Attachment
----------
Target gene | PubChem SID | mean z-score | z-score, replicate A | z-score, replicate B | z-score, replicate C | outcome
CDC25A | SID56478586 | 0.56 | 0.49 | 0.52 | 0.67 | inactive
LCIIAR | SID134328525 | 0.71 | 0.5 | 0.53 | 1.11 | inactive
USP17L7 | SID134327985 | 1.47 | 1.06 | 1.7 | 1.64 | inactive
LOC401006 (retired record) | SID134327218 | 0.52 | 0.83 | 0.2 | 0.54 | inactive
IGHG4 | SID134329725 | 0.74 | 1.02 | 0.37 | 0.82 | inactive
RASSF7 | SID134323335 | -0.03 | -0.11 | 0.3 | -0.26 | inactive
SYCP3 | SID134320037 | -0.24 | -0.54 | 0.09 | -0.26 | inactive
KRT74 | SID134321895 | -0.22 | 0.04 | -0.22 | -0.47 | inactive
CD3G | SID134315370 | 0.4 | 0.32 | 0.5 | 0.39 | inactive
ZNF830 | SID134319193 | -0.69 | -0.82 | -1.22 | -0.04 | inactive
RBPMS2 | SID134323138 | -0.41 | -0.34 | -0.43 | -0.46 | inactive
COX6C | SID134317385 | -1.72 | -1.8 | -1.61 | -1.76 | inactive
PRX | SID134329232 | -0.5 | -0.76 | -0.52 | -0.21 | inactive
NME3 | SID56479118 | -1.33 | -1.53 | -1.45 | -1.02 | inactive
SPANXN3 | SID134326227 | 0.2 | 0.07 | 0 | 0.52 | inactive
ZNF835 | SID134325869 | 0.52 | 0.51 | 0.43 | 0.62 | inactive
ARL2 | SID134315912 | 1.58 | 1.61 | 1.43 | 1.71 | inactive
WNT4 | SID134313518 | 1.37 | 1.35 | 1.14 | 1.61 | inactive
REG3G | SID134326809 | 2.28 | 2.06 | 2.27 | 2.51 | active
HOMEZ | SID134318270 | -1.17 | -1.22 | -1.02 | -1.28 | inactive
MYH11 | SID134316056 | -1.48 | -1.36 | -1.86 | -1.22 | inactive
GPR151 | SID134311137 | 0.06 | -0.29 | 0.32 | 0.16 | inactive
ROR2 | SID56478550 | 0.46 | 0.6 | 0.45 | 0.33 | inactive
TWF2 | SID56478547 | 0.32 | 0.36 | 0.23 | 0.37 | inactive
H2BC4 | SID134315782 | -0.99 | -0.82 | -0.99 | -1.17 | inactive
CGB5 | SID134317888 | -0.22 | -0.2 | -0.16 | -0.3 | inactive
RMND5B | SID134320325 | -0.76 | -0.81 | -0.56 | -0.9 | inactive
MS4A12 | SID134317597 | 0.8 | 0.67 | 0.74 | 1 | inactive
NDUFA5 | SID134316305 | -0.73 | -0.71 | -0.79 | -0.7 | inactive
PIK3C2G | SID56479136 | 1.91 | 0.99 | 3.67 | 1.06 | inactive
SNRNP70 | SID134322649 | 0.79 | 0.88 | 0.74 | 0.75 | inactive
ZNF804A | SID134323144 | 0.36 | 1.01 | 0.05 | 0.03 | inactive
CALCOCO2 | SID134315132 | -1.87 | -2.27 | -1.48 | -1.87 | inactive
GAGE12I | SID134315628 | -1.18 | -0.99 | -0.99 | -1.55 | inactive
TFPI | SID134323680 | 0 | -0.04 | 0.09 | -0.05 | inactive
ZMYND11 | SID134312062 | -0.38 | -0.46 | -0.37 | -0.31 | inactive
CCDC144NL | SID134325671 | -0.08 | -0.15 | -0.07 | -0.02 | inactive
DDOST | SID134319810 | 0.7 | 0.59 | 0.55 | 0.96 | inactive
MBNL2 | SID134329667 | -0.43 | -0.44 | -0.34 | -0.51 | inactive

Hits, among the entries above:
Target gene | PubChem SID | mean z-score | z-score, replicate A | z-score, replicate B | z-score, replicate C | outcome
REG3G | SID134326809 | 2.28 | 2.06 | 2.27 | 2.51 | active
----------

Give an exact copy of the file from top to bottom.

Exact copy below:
Target gene | PubChem SID | mean z-score | z-score, replicate A | z-score, replicate B | z-score, replicate C | outcome
CDC25A | SID56478586 | 0.56 | 0.49 | 0.52 | 0.67 | inactive
LCIIAR | SID134328525 | 0.71 | 0.5 | 0.53 | 1.11 | inactive
USP17L7 | SID134327985 | 1.47 | 1.06 | 1.7 | 1.64 | inactive
LOC401006 (retired record) | SID134327218 | 0.52 | 0.83 | 0.2 | 0.54 | inactive
IGHG4 | SID134329725 | 0.74 | 1.02 | 0.37 | 0.82 | inactive
RASSF7 | SID134323335 | -0.03 | -0.11 | 0.3 | -0.26 | inactive
SYCP3 | SID134320037 | -0.24 | -0.54 | 0.09 | -0.26 | inactive
KRT74 | SID134321895 | -0.22 | 0.04 | -0.22 | -0.47 | inactive
CD3G | SID134315370 | 0.4 | 0.32 | 0.5 | 0.39 | inactive
ZNF830 | SID134319193 | -0.69 | -0.82 | -1.22 | -0.04 | inactive
RBPMS2 | SID134323138 | -0.41 | -0.34 | -0.43 | -0.46 | inactive
COX6C | SID134317385 | -1.72 | -1.8 | -1.61 | -1.76 | inactive
PRX | SID134329232 | -0.5 | -0.76 | -0.52 | -0.21 | inactive
NME3 | SID56479118 | -1.33 | -1.53 | -1.45 | -1.02 | inactive
SPANXN3 | SID134326227 | 0.2 | 0.07 | 0 | 0.52 | inactive
ZNF835 | SID134325869 | 0.52 | 0.51 | 0.43 | 0.62 | inactive
ARL2 | SID134315912 | 1.58 | 1.61 | 1.43 | 1.71 | inactive
WNT4 | SID134313518 | 1.37 | 1.35 | 1.14 | 1.61 | inactive
REG3G | SID134326809 | 2.28 | 2.06 | 2.27 | 2.51 | active
HOMEZ | SID134318270 | -1.17 | -1.22 | -1.02 | -1.28 | inactive
MYH11 | SID134316056 | -1.48 | -1.36 | -1.86 | -1.22 | inactive
GPR151 | SID134311137 | 0.06 | -0.29 | 0.32 | 0.16 | inactive
ROR2 | SID56478550 | 0.46 | 0.6 | 0.45 | 0.33 | inactive
TWF2 | SID56478547 | 0.32 | 0.36 | 0.23 | 0.37 | inactive
H2BC4 | SID134315782 | -0.99 | -0.82 | -0.99 | -1.17 | inactive
CGB5 | SID134317888 | -0.22 | -0.2 | -0.16 | -0.3 | inactive
RMND5B | SID134320325 | -0.76 | -0.81 | -0.56 | -0.9 | inactive
MS4A12 | SID134317597 | 0.8 | 0.67 | 0.74 | 1 | inactive
NDUFA5 | SID134316305 | -0.73 | -0.71 | -0.79 | -0.7 | inactive
PIK3C2G | SID56479136 | 1.91 | 0.99 | 3.67 | 1.06 | inactive
SNRNP70 | SID134322649 | 0.79 | 0.88 | 0.74 | 0.75 | inactive
ZNF804A | SID134323144 | 0.36 | 1.01 | 0.05 | 0.03 | inactive
CALCOCO2 | SID134315132 | -1.87 | -2.27 | -1.48 | -1.87 | inactive
GAGE12I | SID134315628 | -1.18 | -0.99 | -0.99 | -1.55 | inactive
TFPI | SID134323680 | 0 | -0.04 | 0.09 | -0.05 | inactive
ZMYND11 | SID134312062 | -0.38 | -0.46 | -0.37 | -0.31 | inactive
CCDC144NL | SID134325671 | -0.08 | -0.15 | -0.07 | -0.02 | inactive
DDOST | SID134319810 | 0.7 | 0.59 | 0.55 | 0.96 | inactive
MBNL2 | SID134329667 | -0.43 | -0.44 | -0.34 | -0.51 | inactive

Hits, among the entries above:
Target gene | PubChem SID | mean z-score | z-score, replicate A | z-score, replicate B | z-score, replicate C | outcome
REG3G | SID134326809 | 2.28 | 2.06 | 2.27 | 2.51 | active